Rebels kill soldiers in Darfur attack

Darfur rebels have attacked a Sudanese military base in West Darfur state, killing 78 soldiers, a rebel leader said, accusing Chadian insurgents of working alongside Sudan's armed forces.

    Darfur rebels took up arms in early 2003

    Khalil Abd Allah, political leader of the Darfur rebel National Movement for Reform and Development (NMRD), said on Saturday 17 soldiers were taken prisoner in the attack on the town of Arm Yakui, 30km northwest of West Darfur's main town, al-Ginaina.


    A Sudanese army source confirmed that there had been an attack on a military base in the area but could not give casualty figures.


    Abd Allah told Reuters: "We attacked the town of Arm Yakui today - a Sudanese military base.


    "We killed 78 soldiers and took 17 prisoners." He said that his group lost two men and five others were injured.


    Darfur rebels took up arms in early 2003, accusing Khartoum of neglect and of arming militias to loot and burn villages.

    Tensions rise

    Tensions increased in the past few months as neighbour Chad accused Sudan of harbouring Chadian guerrillas trying to overthrow Idriss Deby, the president. 


    Two other Darfur rebel groups are in peace talks with Khartoum, but the NMRD are not and do not respect a ceasefire signed between those groups and the government in 2004.


    Tens of thousands have been killed and more than two million forced from their homes during the Darfur violence which Washington calls genocide, a charge Khartoum rejects.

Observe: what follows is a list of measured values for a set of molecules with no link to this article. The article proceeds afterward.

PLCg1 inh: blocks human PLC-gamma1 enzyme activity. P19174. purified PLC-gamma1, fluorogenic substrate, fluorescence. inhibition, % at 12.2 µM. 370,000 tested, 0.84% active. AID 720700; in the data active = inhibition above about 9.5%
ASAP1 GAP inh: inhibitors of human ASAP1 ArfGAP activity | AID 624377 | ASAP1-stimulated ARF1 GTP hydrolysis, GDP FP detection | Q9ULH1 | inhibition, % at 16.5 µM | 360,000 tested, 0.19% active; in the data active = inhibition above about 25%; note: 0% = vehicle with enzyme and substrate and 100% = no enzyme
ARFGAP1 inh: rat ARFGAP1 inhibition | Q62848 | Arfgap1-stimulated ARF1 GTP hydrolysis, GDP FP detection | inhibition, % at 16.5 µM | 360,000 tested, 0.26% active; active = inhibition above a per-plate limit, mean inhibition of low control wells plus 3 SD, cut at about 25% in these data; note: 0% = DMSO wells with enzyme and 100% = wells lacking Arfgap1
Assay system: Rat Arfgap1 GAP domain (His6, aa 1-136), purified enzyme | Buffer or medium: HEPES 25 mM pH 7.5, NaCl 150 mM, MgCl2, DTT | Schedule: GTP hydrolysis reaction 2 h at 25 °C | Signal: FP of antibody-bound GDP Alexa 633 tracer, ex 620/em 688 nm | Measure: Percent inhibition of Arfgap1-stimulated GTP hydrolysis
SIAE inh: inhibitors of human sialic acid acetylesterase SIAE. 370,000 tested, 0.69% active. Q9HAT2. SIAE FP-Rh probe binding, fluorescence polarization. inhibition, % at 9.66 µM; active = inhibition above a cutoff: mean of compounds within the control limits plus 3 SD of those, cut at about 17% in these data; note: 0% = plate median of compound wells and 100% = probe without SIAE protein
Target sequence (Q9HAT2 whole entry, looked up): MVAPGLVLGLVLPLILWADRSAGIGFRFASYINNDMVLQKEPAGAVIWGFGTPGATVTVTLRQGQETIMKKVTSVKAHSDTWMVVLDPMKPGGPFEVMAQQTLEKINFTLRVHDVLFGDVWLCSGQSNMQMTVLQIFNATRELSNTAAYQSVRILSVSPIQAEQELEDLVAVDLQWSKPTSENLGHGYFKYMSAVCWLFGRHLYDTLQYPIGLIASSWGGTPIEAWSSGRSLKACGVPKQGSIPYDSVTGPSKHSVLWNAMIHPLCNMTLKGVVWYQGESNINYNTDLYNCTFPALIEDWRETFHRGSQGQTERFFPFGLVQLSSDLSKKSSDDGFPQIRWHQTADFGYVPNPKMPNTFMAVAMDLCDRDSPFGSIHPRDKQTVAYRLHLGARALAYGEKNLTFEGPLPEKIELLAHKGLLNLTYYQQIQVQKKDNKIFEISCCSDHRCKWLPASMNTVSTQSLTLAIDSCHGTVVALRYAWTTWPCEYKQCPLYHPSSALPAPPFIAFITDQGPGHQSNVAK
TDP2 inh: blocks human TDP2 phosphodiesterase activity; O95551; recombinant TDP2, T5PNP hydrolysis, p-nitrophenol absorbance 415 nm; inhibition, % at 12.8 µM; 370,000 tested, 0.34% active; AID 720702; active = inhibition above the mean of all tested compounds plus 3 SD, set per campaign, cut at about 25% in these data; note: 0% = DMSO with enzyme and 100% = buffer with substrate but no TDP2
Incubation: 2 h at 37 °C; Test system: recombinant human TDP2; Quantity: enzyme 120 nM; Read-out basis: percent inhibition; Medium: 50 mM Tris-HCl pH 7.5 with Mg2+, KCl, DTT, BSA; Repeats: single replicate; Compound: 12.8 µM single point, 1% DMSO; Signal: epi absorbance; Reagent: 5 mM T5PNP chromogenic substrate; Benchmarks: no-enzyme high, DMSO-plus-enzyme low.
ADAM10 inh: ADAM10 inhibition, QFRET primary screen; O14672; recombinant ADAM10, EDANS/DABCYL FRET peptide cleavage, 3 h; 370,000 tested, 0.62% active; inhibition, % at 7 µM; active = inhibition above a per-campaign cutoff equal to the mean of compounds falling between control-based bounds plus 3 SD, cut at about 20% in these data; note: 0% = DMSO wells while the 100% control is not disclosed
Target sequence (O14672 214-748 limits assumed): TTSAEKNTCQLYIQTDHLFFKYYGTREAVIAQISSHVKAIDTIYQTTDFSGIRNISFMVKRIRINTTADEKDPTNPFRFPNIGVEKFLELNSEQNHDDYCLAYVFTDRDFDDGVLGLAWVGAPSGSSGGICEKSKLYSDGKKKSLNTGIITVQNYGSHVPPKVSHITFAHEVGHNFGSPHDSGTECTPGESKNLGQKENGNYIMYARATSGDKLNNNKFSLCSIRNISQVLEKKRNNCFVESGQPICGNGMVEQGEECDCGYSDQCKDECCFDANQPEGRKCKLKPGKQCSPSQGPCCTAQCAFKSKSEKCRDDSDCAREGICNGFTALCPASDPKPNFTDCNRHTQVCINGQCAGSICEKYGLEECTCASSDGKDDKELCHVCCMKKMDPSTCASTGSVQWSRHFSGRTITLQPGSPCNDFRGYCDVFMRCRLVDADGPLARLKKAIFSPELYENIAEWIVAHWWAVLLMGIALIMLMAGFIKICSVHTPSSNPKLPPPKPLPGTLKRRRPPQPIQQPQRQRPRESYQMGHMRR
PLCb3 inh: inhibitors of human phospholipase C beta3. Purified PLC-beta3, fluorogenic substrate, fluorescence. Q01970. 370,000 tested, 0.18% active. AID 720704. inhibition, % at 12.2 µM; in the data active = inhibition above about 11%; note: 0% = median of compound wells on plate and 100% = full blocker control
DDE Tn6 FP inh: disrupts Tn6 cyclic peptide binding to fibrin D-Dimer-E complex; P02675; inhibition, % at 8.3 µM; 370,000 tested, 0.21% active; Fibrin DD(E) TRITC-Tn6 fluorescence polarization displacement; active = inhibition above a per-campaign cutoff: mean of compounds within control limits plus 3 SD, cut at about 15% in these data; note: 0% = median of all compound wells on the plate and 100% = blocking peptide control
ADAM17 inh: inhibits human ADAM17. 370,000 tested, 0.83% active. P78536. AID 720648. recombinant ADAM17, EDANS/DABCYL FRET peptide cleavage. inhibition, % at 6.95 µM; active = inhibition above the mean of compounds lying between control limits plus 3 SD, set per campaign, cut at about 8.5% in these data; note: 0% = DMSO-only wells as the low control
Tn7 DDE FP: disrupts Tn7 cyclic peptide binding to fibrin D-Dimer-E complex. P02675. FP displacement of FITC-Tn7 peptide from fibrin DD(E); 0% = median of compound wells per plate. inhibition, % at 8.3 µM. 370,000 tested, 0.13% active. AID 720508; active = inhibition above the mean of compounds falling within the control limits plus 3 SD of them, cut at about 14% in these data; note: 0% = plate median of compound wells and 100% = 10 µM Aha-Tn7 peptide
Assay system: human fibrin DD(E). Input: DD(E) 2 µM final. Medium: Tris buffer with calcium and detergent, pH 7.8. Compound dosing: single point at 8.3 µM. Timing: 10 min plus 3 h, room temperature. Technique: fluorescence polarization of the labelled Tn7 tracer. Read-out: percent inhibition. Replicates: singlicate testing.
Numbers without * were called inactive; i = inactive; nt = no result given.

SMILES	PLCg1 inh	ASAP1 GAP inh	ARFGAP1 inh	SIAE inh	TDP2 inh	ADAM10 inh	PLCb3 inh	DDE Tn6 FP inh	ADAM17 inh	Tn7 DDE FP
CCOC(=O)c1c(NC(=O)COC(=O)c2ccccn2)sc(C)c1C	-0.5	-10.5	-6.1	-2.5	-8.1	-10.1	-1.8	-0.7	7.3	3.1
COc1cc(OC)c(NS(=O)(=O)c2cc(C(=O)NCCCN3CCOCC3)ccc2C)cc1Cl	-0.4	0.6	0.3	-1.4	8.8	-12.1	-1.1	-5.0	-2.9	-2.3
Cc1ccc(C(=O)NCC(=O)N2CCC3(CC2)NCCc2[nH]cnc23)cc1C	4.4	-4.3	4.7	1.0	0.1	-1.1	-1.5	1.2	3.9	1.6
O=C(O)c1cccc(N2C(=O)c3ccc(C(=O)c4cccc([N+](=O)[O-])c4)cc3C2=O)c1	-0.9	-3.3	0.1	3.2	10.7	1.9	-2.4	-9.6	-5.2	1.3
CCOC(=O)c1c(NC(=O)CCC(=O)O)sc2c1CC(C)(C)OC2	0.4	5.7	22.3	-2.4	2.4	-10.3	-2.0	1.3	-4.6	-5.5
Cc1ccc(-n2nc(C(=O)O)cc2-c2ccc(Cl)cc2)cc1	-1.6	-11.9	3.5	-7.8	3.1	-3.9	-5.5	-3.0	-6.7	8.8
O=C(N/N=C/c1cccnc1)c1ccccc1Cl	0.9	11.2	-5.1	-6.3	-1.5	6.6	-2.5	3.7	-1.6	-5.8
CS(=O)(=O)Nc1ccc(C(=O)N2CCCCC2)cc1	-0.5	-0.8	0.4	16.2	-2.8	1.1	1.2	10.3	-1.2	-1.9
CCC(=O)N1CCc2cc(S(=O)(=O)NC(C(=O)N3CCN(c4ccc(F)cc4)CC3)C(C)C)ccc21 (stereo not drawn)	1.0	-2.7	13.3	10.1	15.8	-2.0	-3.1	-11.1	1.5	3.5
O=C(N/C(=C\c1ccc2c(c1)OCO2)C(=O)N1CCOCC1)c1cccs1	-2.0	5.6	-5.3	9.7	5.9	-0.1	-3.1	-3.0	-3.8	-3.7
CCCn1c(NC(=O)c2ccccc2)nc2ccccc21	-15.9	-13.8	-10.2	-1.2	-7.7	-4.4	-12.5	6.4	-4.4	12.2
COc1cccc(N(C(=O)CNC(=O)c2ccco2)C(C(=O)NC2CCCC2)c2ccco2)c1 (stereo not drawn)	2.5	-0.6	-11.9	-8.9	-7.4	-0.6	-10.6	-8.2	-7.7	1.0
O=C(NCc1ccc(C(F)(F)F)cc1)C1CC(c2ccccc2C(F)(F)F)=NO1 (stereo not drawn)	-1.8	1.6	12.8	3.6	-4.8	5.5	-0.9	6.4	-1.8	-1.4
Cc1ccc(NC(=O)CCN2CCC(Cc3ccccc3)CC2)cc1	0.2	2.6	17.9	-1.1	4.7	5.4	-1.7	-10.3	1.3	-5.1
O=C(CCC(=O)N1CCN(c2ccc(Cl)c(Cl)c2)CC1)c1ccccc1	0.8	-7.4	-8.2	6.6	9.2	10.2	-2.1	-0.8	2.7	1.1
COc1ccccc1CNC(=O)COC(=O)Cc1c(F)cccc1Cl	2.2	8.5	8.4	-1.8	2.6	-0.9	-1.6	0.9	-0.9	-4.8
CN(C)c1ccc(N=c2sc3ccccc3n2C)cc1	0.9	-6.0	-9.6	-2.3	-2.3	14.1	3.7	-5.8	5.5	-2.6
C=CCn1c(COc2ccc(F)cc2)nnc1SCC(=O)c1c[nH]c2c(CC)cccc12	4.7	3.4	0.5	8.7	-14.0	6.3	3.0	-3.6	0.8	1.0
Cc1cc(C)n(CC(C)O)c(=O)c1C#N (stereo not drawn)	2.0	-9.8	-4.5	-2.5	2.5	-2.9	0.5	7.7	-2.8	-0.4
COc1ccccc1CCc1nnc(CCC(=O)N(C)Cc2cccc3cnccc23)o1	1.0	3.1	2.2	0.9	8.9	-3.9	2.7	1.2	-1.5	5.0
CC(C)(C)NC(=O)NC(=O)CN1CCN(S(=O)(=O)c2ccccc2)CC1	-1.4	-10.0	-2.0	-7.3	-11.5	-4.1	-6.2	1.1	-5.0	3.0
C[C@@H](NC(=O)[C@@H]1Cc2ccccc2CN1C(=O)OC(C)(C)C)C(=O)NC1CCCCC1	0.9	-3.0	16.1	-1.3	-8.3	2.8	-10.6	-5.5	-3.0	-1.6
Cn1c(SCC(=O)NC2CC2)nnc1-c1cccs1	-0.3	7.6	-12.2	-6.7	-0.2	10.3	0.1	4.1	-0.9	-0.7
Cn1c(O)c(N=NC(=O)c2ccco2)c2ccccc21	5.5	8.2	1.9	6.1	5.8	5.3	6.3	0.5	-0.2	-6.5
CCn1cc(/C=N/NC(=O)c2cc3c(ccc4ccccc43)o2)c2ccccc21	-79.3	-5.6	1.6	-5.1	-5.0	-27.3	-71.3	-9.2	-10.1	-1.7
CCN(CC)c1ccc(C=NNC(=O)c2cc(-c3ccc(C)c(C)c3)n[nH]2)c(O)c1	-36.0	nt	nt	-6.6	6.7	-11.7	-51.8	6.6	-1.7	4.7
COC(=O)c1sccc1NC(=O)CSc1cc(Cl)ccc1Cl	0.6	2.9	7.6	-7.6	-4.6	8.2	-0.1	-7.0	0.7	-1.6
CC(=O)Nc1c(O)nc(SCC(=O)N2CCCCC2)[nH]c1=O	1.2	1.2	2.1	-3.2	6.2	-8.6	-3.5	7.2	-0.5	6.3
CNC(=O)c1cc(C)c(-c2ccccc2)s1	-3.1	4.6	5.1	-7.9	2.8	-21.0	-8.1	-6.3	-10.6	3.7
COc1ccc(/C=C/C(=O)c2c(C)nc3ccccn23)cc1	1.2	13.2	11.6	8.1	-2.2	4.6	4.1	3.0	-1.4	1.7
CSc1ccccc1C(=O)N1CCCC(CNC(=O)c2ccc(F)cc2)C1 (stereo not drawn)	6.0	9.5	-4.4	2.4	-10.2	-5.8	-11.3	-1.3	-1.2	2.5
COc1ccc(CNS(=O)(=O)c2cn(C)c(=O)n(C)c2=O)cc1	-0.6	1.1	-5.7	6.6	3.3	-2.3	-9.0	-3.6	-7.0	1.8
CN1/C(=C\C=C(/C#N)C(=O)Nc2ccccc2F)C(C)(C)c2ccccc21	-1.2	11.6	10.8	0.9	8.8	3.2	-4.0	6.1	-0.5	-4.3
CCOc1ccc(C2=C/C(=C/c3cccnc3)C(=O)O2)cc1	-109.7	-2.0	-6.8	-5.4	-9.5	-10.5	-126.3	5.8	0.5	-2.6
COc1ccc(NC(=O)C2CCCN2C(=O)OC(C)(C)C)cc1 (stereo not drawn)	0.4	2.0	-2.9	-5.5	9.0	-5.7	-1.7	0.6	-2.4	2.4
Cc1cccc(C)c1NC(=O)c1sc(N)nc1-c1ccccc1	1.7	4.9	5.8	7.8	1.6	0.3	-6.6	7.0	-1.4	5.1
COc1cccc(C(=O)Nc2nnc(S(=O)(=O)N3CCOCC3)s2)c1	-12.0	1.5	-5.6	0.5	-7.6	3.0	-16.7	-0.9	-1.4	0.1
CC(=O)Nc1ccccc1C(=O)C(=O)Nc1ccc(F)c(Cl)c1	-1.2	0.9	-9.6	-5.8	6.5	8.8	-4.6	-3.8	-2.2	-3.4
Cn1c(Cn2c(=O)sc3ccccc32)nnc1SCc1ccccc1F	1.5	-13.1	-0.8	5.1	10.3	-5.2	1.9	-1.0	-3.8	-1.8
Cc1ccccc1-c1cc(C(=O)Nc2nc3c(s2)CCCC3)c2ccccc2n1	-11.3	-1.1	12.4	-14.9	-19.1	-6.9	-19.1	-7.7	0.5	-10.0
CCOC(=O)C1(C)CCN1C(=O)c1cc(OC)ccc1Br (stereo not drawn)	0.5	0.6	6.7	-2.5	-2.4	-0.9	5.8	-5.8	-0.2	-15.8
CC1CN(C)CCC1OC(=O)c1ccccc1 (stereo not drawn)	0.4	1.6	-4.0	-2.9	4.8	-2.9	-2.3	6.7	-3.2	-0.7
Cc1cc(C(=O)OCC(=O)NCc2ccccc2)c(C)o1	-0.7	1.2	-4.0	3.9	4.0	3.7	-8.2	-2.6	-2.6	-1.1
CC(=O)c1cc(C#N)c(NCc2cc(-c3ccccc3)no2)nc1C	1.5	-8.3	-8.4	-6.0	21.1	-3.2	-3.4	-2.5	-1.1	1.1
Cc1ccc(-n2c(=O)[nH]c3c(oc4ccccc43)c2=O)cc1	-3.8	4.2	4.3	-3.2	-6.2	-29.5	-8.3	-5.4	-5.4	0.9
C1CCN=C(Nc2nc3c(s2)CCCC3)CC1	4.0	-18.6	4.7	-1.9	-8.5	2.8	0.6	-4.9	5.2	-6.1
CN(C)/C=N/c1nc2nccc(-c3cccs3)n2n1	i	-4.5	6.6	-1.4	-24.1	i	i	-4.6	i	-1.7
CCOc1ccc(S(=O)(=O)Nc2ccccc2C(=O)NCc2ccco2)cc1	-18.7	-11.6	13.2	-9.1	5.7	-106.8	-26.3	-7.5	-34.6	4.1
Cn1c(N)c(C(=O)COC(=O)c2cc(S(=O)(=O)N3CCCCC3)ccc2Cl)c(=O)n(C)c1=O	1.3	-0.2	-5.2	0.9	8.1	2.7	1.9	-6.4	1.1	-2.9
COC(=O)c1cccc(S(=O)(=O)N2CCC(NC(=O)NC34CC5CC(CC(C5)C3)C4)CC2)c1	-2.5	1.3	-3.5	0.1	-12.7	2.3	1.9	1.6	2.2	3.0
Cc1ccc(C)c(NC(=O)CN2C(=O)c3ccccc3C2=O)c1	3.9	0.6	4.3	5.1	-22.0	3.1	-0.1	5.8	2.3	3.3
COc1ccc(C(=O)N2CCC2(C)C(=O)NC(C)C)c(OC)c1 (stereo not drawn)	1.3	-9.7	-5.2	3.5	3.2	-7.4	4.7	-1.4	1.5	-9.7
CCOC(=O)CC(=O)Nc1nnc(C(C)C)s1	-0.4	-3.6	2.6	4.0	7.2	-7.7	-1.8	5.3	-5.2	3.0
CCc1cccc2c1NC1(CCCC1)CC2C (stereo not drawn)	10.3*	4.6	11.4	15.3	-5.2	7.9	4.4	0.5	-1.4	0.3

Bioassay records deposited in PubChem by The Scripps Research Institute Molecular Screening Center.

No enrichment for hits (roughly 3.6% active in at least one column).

"This attack came suddenly from inside Chadian territory, and we returned fire with the same force using artillery"

    Khalil Abd Allah,
    rebel NMRD leader

    The Sudanese army source said the attack came from within Chadian territory.


    "This attack came suddenly from inside Chadian territory, and we returned fire with the same force using artillery," he said. He said he had no further information from the remote region.


    Porous border


    The NMRD operates along the Chad-Sudan border. The long border between Chad and Sudan is porous and many tribes span the frontier. Deby himself took power in 1990 in an uprising he launched from Darfur.


    Abd Allah said Chadian rebels, led by Mahamat Nour, had fought alongside the Sudanese armed forces in the attack.


    "We don't understand why they are doing this. We have no problem with Mahamat Nour," he said.


    Nour leads an alliance of Chadian insurgents called the United Front for Democratic Change, known as FUC. His group attacked the border town of Adre in December and swears to depose Deby.

    SOURCE: Reuters


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